Depression and clutterÂ often go togetherÂ it seemsÂ – each feeding off the other in a downward spiral – but why shouldÂ having a messy house affect mental health?
If stress is our unconscious, primitive response to what the brain perceives as a threat – that sabre-toothed tiger licking its lips outside your cave perhaps – why should an empty crisp packet on the bedroomÂ floor make us feel bad? Crisp packets aren’t inherently dangerous, and a bit of dust on the piano isn’t going to kill anyone, so what is going on?Â (See the video below for Robert Sapolsky‘s beautiful, crisp-free, explanation of the stress response.)
According to the website Unclutterer, the chaos of a cluttered environment restricts theÂ ability to focus. Clutter also limits theÂ brainâ€™s ability to process information as well as it wouldÂ in an uncluttered, organised, and serene environment. Unclutterer cites (frankly impenetrable) research published in the Journal of Neuroscience to support this.
AÂ Psychology TodayÂ articleÂ suggests a few more reasons ‘mess causes stress’:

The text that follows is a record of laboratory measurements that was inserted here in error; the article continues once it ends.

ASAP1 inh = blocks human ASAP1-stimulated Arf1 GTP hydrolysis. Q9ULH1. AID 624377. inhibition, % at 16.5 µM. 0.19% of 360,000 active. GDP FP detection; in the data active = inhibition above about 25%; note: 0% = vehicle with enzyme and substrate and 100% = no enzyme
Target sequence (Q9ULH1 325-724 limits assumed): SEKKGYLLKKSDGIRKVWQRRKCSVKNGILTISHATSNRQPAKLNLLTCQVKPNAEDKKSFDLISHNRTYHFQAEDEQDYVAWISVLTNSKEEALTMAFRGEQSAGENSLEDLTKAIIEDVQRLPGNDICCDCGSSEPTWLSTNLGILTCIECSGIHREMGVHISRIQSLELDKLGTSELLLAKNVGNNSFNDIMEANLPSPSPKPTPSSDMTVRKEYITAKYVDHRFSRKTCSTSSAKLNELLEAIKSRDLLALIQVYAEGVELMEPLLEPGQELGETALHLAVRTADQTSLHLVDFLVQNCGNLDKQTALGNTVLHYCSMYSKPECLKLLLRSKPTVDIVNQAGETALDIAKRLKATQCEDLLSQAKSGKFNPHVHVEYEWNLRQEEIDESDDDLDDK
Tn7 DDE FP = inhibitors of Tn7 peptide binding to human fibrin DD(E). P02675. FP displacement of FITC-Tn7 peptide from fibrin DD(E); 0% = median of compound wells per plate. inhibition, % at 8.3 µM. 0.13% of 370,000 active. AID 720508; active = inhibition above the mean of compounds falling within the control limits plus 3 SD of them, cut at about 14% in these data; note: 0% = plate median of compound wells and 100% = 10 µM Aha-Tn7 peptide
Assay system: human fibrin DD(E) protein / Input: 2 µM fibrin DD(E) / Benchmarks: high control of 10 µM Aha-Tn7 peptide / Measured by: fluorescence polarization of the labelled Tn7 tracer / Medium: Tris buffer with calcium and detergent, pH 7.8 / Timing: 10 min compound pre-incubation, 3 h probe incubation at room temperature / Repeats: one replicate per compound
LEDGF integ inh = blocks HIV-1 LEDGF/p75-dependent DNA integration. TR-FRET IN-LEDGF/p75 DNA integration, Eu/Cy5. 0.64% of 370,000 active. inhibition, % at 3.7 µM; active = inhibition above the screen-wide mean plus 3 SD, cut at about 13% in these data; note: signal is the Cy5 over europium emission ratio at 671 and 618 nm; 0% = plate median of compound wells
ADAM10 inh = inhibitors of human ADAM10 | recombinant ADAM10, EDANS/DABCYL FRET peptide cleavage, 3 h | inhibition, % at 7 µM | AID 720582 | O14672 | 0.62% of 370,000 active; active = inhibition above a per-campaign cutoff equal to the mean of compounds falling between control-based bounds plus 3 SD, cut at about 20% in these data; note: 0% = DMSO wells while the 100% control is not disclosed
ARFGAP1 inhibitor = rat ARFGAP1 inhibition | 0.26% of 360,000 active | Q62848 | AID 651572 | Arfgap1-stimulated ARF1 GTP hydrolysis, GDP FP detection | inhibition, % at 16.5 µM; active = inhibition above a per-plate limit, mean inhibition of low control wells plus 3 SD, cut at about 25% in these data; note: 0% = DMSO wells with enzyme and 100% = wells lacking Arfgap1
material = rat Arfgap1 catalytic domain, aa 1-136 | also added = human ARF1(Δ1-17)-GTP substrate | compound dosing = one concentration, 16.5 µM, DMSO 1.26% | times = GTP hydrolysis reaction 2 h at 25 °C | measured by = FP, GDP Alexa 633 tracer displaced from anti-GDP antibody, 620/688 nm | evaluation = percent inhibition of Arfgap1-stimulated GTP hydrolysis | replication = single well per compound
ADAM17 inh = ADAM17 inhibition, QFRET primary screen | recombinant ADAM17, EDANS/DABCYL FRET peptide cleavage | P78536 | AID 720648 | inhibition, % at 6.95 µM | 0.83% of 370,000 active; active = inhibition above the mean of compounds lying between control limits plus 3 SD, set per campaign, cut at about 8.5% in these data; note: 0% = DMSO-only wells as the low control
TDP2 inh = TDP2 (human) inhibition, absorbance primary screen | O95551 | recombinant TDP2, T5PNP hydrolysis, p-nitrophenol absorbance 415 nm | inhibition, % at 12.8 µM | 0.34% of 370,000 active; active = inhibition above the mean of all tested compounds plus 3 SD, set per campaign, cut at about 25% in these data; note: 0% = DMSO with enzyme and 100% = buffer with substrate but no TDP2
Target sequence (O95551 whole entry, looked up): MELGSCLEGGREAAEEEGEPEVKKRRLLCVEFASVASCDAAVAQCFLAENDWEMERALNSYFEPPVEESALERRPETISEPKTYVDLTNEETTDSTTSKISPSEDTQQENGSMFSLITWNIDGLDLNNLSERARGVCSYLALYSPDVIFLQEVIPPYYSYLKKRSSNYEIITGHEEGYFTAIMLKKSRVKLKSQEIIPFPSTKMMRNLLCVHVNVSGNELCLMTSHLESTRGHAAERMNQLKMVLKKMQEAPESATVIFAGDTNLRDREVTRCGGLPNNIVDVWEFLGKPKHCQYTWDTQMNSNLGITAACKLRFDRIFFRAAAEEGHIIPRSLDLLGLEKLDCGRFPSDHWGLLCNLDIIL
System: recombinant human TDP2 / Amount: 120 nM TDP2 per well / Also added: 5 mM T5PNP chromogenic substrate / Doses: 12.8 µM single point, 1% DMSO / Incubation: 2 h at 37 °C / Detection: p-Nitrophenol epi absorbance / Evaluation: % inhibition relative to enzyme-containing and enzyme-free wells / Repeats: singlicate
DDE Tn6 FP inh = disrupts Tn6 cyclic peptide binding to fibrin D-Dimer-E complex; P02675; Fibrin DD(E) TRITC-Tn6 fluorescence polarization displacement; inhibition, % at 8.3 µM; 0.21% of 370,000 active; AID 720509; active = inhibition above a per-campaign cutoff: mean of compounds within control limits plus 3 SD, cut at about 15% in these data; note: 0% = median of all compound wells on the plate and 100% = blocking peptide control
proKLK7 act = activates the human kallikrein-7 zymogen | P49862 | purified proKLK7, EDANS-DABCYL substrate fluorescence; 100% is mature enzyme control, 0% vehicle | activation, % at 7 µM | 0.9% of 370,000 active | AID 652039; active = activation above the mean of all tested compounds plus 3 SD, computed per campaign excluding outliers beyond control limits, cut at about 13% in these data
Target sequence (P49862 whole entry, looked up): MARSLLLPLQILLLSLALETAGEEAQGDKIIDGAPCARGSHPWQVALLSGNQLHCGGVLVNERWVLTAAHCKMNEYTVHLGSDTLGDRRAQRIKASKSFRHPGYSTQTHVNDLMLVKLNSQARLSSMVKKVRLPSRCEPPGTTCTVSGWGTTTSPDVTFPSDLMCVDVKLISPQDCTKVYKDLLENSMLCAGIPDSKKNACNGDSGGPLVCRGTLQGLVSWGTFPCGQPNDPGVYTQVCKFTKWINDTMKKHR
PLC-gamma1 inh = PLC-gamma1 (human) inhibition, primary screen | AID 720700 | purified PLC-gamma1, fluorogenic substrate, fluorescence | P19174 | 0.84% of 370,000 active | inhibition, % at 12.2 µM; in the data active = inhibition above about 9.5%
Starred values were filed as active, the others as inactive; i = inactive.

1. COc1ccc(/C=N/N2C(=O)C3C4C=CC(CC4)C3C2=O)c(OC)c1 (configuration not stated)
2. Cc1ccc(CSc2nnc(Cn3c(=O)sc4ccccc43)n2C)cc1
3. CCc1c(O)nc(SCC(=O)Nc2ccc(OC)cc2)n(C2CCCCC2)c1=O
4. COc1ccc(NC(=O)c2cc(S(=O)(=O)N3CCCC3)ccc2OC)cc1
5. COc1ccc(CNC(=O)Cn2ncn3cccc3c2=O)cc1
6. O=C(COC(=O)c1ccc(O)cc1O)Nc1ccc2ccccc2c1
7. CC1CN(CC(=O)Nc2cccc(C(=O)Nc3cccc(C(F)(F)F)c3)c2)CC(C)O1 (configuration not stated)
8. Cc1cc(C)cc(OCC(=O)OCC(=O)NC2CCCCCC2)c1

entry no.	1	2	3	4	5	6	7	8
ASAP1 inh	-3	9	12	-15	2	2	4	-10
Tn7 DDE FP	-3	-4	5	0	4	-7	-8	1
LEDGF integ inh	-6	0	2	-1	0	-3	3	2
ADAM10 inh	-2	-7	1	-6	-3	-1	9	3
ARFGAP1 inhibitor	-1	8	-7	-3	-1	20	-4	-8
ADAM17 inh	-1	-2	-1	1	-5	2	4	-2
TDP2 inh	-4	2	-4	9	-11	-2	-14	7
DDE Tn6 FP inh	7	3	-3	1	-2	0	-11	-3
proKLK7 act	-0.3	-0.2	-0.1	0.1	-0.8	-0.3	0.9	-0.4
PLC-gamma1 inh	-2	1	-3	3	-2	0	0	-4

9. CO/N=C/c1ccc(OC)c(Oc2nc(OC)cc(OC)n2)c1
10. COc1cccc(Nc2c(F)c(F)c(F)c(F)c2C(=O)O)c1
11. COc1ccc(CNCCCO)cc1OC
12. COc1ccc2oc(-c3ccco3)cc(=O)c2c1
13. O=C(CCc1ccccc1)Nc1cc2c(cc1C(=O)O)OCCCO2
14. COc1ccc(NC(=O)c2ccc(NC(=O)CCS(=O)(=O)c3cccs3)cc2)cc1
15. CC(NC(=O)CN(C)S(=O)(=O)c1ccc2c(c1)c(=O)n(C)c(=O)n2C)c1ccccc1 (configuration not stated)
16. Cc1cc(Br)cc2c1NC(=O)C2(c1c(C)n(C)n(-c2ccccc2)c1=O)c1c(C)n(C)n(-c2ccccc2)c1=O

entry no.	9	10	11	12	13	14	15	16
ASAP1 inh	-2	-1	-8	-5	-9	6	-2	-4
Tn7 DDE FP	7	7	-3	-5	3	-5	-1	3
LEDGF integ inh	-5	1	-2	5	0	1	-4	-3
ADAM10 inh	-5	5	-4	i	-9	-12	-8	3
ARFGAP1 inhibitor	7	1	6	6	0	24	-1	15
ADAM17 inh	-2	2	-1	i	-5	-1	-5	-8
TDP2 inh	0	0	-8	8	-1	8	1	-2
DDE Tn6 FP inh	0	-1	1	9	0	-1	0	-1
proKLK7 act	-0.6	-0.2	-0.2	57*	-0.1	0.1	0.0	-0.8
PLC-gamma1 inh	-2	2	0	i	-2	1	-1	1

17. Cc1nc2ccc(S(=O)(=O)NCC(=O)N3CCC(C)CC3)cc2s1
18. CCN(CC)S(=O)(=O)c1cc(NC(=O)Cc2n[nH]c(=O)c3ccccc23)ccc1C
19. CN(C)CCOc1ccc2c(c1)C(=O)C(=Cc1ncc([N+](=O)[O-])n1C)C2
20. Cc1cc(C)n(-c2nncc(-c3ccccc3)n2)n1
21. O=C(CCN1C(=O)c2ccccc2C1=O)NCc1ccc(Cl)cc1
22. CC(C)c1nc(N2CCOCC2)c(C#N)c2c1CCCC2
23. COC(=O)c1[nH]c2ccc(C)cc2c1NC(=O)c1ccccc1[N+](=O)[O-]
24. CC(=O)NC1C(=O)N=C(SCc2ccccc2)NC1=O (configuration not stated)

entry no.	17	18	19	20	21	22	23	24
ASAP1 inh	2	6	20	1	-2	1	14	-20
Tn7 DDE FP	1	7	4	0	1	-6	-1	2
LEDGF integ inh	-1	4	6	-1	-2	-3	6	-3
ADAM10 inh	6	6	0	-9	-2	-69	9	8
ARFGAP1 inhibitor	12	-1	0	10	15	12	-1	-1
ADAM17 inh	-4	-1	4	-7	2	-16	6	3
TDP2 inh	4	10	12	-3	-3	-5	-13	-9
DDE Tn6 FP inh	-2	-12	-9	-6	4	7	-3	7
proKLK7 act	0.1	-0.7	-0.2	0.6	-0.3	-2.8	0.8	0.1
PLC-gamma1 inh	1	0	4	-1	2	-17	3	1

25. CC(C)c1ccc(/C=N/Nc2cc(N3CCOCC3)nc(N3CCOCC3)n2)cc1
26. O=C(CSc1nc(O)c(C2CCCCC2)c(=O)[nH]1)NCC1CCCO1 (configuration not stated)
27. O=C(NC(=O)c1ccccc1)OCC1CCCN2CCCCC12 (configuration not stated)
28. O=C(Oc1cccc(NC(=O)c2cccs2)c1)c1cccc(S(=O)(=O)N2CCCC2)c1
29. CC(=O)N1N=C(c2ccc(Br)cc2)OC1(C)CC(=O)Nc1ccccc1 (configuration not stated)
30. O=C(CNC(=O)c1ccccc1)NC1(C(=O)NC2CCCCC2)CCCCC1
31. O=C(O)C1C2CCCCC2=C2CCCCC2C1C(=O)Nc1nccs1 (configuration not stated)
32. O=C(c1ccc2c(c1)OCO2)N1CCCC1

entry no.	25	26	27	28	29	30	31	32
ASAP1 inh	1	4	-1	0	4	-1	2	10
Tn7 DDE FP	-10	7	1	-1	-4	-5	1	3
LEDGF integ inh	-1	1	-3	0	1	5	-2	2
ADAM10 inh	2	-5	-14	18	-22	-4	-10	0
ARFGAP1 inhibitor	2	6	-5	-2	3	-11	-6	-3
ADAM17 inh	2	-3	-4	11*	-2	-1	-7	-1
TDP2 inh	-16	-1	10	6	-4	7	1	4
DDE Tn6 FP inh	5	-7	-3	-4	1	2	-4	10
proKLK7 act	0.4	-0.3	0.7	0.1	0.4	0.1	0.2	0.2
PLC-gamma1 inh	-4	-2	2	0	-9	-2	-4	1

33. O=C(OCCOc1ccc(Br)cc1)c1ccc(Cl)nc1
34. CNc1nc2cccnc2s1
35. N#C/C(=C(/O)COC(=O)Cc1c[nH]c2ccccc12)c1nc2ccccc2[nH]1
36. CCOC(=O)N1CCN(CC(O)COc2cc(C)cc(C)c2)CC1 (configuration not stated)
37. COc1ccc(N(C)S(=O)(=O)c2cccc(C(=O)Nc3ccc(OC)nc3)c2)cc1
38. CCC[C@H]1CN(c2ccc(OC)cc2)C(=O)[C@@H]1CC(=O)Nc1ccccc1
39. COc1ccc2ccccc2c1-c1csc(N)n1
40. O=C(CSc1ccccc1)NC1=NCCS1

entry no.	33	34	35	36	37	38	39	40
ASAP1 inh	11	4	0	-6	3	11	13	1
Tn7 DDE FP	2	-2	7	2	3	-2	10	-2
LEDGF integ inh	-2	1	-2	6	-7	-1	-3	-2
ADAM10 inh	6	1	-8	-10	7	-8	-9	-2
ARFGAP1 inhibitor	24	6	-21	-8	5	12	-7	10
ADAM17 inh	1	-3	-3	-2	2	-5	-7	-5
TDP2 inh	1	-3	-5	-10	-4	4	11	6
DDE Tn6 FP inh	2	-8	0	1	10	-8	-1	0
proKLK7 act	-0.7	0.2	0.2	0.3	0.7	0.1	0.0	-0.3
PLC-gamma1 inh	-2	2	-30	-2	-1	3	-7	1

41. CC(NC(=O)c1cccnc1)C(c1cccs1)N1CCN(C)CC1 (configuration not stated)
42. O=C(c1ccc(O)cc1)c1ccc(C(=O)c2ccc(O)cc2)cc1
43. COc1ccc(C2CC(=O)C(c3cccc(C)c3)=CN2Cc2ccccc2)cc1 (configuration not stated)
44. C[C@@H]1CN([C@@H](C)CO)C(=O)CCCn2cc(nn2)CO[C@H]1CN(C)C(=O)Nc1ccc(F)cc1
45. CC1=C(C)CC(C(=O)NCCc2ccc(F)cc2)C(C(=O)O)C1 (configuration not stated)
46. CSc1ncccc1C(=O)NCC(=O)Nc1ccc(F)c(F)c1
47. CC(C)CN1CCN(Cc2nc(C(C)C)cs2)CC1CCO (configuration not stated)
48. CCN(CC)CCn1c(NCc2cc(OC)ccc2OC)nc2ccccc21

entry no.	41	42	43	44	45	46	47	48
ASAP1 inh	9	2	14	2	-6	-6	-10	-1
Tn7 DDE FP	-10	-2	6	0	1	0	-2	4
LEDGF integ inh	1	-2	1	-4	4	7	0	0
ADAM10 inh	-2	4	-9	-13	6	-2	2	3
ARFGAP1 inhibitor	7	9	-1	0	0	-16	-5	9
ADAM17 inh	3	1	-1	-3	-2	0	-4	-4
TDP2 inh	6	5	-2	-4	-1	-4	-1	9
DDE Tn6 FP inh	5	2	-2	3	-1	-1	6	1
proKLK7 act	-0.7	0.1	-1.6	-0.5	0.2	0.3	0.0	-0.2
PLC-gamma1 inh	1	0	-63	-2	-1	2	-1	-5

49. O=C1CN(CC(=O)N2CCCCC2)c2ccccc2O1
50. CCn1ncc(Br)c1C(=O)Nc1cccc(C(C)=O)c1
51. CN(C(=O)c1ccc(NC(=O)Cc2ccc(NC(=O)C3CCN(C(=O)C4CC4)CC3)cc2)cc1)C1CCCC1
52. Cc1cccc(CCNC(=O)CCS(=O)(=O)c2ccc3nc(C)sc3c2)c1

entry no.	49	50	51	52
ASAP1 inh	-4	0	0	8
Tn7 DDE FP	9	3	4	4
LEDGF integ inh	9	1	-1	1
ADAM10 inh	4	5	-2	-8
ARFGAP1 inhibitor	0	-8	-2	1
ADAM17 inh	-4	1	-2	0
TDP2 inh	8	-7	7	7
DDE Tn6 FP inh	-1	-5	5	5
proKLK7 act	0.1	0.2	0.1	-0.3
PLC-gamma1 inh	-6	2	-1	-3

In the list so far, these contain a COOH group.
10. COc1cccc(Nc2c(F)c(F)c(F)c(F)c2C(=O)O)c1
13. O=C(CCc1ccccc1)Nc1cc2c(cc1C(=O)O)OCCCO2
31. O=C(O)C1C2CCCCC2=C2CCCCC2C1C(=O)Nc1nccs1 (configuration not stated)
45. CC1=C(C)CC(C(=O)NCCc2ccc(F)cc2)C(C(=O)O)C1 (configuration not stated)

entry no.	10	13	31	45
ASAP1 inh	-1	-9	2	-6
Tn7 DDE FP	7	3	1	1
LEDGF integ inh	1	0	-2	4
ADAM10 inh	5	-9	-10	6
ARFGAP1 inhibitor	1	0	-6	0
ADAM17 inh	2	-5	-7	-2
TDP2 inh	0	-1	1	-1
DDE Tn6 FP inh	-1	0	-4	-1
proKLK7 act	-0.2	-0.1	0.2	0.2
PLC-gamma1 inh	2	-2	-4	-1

- Clutter makes it more difficult to relax,Â constantly signaling to the brainÂ that our work is never done
- Clutter makes us anxious because we’re never sure what it’s going to take to get through to the bottom of the pile
- Clutter creates feelings of guilt (“I should be more organised”) and embarrassment, especially when other people unexpectedly drop by
- Clutter frustrates us by preventing us fromÂ finding things we need (keys, for example. Although I wouldn’t blame clutter alone for that particular problem)
However, somewhat surprisingly, I haven’t found anyÂ research claimingÂ clutter causes stress or worsens depression. I will keep looking though.
how important is it to address clutter when tackling depression?
So, the evidence says clutter is associated with being distracted. Subjectively, it may also make us feel guilty, anxious and frustrated. Clearly, it is worth avoiding all these if possible. But the main association with actual stress seems to beÂ that it rhymes with ‘mess’, which makes for nice headlines 🙂
As an issue to address in tackling depression then, clutter is probably not super important. Leave it until you feel pretty well – perhaps think of it as an advanced depression-busting tactic, not for beginners.
Rather than spending an enormous amount of effort decluttering, it might be better to develop tactics to cope with the specific problems clutter creates, ie
- practice mindfulness to improve focus and counter the distractions of clutter
- improve/deploy problem-solving skills and habit-forming skills so you can find stuff readily
- work on negative feelings (eg with CBT) so you don’t feel so guilty and embarrassed about the state of your house
Oh, and pick up your metaphorical empty crisp packets! One a day if that’s all you can manage.
Here’s the great Robert Sapolsky on stress.